Heroes and dreaming of man exploring space both dying
Published 10:36 am Thursday, January 19, 2017
Another major historical milestone and a little bit of my childhood faded away this week when astronaut Gene Cernan passed away at age 82.
Like most boys 8 or 10 years of age that are now graying and in their 50s, astronauts were larger than life men who walked among the stars, flew in incredible space crafts and drove awesome looking “dune buggies” on the moon. What kid wouldn’t think that was cool?
Besides athletes, When I was a kid, there were only a few heroes for me — Evel Knievel, The Six Million Dollar Man and astronauts. Although I wasn’t the daredevil among the three boys my parents had, I admired men who could do what I believe were incredible feats. I admired them, and at the top of the list were the few men in the world known as astronauts.
I was only 5 when Neil Armstrong became the first man to walk on the moon in 1969, but I recall three years later watching on TV as Cernan skipped about the moon’s surface gathering moon rocks with a grabber attached to a metal rod. Little did I know at the time he would be the last human being to traverse the moon’s surface.
Since the NASA space program has been phased out, men and women, such as Cernan, have been a dying breed. Literally. Armstrong passed away in 2012 and John Glenn died just a few weeks ago. And it seems that dream of space travel so many in my generation believed would happen, has been dying with them.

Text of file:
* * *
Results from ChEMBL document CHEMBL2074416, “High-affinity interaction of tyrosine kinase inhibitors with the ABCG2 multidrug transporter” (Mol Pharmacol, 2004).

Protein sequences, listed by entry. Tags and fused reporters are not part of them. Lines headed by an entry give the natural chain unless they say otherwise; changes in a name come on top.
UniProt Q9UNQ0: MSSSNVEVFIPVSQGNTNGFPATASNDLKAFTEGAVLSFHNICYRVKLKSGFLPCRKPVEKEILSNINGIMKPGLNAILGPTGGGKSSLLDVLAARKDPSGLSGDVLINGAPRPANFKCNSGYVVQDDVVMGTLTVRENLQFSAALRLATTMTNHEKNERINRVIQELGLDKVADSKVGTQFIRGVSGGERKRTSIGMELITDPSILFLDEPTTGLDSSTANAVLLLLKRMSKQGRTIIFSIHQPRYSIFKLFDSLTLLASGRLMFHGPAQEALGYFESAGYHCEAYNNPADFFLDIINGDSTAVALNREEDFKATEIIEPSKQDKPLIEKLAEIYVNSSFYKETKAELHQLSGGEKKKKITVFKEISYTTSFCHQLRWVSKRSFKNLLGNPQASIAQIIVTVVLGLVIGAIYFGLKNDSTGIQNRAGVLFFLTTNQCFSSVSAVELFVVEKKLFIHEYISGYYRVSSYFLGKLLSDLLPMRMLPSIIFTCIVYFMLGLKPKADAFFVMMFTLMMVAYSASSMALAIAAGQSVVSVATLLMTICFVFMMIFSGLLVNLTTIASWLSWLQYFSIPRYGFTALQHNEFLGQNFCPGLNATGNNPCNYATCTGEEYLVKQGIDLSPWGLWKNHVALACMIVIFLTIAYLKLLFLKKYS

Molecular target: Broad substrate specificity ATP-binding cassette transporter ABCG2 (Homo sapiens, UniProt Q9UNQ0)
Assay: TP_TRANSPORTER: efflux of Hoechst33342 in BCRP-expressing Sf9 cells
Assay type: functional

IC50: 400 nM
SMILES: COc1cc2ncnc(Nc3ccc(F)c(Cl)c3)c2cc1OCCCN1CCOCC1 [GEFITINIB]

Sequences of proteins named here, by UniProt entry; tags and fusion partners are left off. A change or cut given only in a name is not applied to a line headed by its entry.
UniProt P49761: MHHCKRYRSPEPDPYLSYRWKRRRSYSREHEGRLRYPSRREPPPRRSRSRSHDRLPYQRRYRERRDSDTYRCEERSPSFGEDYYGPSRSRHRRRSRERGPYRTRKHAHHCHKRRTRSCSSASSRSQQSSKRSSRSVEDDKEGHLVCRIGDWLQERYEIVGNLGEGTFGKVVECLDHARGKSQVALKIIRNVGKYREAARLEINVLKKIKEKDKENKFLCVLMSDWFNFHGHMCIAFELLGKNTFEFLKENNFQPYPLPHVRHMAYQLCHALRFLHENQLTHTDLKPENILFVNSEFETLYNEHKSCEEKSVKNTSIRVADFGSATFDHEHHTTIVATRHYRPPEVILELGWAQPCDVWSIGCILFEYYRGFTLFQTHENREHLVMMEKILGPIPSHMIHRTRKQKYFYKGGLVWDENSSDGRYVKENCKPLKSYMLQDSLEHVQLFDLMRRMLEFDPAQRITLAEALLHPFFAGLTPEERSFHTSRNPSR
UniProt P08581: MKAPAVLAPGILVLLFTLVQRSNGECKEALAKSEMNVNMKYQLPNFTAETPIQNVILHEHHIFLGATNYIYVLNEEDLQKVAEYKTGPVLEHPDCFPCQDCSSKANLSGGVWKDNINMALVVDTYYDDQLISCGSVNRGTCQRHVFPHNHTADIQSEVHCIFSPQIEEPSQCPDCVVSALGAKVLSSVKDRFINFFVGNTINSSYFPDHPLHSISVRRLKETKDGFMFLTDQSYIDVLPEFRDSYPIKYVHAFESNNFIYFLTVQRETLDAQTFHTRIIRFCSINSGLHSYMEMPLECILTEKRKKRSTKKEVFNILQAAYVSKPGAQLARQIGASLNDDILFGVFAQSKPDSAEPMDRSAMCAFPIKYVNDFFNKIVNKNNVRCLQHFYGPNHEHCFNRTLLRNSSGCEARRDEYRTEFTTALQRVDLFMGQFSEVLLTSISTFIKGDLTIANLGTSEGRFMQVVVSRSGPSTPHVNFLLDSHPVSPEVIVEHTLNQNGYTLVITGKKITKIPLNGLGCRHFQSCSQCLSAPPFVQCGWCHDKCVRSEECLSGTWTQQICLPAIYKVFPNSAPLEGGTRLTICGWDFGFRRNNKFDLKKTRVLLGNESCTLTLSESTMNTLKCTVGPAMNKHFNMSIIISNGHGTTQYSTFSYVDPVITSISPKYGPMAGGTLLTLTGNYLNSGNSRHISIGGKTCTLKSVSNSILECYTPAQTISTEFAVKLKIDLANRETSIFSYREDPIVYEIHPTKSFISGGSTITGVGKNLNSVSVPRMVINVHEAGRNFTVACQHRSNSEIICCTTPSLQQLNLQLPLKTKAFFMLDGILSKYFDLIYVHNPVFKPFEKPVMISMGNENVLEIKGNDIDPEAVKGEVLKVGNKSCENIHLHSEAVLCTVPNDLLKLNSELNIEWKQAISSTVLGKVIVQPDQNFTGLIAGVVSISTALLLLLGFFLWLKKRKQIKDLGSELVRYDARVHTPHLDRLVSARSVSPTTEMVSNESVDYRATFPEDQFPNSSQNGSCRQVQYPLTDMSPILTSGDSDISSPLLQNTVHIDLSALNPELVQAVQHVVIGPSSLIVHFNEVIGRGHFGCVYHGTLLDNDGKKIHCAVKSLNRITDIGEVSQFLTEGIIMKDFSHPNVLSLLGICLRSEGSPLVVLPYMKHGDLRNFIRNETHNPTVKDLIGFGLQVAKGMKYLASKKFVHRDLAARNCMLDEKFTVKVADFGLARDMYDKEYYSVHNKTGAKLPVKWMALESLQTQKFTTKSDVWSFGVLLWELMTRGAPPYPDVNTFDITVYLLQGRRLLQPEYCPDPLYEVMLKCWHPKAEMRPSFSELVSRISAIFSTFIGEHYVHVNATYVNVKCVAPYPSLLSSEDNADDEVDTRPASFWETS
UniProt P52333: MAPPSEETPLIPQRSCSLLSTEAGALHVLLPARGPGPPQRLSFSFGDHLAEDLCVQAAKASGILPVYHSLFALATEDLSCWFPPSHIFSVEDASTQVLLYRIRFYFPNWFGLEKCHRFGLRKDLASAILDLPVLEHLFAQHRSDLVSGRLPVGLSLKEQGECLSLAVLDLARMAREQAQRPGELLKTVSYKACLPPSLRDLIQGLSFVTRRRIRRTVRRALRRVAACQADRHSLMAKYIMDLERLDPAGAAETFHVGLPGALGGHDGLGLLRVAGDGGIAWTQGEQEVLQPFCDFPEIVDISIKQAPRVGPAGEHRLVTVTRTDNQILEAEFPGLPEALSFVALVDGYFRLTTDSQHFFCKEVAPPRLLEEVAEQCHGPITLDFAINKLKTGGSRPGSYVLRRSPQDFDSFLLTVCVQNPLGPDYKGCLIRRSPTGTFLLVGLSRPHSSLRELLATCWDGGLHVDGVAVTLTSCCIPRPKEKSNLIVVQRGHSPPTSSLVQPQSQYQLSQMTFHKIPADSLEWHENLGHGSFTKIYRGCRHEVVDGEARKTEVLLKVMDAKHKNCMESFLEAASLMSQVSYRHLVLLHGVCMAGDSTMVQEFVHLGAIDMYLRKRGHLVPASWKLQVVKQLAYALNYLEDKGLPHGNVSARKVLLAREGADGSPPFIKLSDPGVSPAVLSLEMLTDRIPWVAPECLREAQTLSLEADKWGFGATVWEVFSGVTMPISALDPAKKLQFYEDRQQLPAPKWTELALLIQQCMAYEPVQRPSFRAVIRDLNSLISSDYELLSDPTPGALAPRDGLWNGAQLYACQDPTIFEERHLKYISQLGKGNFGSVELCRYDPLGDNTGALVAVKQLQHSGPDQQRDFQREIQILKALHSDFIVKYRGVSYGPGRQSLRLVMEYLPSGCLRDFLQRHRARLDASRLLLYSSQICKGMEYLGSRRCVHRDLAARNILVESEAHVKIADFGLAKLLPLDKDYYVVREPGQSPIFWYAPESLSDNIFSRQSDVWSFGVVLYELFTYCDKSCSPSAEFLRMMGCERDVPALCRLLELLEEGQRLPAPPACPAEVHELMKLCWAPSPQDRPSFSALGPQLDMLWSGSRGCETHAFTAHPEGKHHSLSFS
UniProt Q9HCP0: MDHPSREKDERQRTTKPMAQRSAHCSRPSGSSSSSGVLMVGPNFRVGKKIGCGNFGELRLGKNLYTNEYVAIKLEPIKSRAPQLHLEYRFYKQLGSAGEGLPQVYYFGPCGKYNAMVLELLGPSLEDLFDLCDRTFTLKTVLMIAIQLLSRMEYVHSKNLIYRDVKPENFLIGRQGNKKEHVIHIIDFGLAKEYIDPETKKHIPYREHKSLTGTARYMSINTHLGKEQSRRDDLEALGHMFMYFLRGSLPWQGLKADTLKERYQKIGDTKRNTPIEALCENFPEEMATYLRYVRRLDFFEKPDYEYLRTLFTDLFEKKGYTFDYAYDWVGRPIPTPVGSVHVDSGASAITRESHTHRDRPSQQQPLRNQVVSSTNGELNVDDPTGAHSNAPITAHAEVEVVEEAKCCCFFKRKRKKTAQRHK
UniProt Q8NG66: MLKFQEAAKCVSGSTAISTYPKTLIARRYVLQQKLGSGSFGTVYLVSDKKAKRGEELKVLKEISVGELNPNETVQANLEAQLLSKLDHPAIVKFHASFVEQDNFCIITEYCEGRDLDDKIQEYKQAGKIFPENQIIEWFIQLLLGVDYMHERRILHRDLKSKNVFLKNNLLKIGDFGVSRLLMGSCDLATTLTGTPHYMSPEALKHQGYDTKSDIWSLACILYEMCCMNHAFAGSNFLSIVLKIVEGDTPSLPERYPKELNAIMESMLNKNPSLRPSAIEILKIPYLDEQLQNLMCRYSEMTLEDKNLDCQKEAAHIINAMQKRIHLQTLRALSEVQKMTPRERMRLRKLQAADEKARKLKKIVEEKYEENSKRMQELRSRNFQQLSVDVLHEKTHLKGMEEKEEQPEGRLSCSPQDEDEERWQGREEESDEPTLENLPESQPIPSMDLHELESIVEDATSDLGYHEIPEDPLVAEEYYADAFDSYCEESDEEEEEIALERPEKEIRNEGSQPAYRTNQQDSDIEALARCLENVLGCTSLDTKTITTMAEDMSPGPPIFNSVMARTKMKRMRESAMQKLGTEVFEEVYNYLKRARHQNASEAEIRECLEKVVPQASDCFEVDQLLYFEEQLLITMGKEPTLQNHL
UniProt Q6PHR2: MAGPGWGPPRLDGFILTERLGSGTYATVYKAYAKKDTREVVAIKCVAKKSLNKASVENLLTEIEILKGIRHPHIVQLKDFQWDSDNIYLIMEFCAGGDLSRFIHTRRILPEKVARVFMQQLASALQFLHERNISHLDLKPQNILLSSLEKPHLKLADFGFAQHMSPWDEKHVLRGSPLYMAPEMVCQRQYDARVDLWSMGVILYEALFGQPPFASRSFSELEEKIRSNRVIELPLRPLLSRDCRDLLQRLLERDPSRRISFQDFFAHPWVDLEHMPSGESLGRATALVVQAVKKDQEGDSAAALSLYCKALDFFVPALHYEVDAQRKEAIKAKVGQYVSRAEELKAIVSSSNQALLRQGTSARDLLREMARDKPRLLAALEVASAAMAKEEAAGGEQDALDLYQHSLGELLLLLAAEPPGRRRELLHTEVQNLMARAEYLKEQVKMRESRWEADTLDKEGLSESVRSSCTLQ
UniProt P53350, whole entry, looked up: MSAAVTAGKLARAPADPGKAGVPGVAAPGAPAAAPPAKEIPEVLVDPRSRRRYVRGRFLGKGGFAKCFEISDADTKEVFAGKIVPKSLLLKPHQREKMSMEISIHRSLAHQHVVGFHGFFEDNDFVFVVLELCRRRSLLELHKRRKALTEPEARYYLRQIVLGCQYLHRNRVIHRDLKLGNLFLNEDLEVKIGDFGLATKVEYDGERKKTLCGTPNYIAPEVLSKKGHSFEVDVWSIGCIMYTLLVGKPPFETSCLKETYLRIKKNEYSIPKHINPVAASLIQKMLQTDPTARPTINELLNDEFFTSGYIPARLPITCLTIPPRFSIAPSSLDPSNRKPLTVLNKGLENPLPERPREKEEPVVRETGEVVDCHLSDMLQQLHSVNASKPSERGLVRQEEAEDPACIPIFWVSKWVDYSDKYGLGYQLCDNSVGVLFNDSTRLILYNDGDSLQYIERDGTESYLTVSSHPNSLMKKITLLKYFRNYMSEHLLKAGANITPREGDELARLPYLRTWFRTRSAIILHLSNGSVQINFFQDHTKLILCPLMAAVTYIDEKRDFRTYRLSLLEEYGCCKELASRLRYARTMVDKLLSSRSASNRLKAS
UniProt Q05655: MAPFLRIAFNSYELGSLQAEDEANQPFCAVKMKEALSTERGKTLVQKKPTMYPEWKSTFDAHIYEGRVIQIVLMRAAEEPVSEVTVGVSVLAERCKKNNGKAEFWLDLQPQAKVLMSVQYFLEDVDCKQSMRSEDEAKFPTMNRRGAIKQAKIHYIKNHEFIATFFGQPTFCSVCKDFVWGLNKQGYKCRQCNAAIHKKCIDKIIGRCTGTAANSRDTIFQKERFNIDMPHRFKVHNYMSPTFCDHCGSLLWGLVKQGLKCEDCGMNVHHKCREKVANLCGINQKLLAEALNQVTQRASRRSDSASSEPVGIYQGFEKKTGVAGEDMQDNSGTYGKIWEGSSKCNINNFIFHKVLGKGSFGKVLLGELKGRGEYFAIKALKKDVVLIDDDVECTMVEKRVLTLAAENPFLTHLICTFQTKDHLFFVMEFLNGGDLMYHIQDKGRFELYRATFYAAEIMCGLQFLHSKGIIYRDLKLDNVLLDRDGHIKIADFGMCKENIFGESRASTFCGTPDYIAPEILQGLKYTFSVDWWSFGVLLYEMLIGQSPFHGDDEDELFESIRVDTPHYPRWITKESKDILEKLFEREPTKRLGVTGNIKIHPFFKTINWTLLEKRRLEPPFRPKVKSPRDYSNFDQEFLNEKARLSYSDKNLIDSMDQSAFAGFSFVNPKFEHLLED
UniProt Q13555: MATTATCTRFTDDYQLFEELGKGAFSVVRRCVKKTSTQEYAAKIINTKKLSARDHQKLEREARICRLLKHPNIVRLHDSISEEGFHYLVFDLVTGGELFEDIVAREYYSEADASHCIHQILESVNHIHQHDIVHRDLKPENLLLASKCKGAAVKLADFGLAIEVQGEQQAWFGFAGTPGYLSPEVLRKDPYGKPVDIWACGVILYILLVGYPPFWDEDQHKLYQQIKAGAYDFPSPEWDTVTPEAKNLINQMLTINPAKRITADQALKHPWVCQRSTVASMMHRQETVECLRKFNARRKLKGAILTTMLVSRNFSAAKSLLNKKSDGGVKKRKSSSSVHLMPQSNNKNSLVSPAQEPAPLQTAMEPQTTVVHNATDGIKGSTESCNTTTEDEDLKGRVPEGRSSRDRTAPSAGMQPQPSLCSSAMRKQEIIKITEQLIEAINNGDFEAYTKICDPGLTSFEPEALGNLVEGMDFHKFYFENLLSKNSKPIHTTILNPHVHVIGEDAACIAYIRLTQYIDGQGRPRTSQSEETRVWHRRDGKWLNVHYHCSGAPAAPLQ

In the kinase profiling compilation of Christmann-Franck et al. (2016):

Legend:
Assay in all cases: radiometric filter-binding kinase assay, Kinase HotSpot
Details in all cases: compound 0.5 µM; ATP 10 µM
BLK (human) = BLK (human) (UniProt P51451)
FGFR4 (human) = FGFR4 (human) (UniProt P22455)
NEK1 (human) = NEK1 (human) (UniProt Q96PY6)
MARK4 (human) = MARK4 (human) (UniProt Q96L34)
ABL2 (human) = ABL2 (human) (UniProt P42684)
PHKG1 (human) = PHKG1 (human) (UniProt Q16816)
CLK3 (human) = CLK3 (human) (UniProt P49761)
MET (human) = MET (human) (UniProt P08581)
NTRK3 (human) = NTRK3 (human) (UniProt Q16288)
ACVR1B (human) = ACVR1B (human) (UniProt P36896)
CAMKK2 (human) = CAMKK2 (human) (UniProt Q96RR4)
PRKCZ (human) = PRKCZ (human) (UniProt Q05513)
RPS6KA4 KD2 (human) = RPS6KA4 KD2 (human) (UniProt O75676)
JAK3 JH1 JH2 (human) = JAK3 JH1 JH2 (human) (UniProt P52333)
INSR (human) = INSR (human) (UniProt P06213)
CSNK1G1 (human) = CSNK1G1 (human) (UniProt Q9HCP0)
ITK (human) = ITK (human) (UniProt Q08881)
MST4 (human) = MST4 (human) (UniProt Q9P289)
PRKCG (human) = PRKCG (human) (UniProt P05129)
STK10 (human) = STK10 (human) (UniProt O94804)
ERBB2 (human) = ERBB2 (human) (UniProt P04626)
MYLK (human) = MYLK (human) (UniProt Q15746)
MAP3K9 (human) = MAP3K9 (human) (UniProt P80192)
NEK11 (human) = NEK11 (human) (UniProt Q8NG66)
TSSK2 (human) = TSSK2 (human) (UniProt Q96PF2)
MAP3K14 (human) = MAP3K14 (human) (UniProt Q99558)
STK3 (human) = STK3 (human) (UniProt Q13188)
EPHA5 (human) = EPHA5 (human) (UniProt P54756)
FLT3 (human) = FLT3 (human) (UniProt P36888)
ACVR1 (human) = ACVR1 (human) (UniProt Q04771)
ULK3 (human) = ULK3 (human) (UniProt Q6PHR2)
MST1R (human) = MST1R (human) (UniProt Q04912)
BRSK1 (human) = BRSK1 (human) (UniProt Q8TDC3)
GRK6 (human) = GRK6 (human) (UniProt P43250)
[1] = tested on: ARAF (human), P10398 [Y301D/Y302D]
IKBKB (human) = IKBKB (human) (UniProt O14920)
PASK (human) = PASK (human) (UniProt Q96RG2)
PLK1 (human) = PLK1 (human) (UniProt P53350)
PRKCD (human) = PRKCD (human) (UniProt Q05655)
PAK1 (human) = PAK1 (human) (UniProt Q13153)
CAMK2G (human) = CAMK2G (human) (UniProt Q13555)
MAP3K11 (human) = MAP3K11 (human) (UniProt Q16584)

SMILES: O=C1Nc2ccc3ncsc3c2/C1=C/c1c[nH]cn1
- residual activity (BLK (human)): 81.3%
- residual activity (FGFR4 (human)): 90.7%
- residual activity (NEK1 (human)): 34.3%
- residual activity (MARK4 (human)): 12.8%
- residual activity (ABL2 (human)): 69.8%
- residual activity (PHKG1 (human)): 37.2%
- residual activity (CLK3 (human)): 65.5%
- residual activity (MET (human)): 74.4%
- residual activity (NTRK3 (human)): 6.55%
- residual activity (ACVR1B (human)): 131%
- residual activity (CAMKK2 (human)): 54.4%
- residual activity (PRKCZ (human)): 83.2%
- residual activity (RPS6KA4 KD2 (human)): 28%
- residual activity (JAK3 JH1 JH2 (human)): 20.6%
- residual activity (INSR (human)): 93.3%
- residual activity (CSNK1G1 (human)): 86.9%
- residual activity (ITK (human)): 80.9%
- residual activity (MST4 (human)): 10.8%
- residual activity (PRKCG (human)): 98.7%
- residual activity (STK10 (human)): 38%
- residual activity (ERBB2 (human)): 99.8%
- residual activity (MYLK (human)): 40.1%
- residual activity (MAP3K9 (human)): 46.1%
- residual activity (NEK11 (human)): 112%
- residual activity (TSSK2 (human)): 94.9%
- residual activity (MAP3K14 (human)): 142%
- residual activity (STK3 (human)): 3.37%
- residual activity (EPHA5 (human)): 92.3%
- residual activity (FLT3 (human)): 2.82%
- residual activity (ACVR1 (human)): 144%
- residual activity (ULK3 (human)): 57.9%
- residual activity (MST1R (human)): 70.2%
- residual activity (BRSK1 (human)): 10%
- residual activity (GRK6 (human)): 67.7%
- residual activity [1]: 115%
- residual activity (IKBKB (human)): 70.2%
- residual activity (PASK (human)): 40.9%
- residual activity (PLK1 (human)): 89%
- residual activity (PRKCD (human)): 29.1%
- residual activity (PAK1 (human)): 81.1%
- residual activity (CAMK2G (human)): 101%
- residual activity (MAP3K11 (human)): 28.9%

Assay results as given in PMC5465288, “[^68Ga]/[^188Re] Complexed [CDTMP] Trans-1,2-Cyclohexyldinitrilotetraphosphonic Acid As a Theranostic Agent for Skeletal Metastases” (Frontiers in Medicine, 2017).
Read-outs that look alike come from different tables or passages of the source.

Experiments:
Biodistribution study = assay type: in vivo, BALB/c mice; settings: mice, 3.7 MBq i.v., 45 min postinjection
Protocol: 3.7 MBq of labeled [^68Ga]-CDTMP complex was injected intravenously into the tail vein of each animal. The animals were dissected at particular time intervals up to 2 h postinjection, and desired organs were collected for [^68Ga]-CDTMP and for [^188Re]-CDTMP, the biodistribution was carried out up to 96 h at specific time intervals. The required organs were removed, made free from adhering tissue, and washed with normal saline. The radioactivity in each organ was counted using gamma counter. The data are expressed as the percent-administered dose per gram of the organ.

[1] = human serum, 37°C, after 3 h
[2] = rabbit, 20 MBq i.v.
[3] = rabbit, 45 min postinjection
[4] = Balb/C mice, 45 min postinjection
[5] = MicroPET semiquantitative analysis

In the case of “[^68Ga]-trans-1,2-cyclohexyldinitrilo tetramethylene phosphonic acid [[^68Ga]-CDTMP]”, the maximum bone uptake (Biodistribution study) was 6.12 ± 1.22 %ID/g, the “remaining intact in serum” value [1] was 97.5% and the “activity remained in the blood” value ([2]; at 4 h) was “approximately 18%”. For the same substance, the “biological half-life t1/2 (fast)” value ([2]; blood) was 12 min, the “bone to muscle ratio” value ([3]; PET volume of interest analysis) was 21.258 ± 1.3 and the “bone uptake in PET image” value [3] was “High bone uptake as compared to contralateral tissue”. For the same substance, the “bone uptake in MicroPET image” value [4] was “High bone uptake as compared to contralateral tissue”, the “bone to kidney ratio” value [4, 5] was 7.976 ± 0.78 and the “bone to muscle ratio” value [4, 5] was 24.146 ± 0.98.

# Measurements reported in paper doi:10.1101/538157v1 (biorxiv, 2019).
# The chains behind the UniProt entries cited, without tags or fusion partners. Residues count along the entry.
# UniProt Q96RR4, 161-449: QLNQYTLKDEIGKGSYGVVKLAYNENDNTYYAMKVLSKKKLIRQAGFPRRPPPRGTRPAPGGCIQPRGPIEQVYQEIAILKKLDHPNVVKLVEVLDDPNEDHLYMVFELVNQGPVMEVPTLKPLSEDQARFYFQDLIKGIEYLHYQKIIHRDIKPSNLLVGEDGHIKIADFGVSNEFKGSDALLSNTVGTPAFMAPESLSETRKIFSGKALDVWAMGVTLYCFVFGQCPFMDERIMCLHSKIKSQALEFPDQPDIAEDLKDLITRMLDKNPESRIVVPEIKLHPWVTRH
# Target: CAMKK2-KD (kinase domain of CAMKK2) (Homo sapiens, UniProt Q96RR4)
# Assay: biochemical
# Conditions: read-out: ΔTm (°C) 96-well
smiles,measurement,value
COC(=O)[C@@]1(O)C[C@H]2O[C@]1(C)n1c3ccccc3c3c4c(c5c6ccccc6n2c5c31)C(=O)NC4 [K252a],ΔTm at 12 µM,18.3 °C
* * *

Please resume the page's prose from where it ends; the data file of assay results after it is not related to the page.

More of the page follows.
Cernan spent the latter years of his life imploring government officials to once again take that step beyond our own atmosphere and explore galaxies with manned spacecraft. He was passionate about our nation’s leaders getting the United States back in the “space race.”
Unfortunately, that doesn’t seem to be the course our nation has decided to take.
It saddens me that children today don’t have that same iconic hero to look up to. It seems to me that we no longer have men of vision like Gene Cernan and that saddens me even more.
Rob Sigler is managing editor of The Oxford EAGLE. Contact him at firstname.lastname@example.org.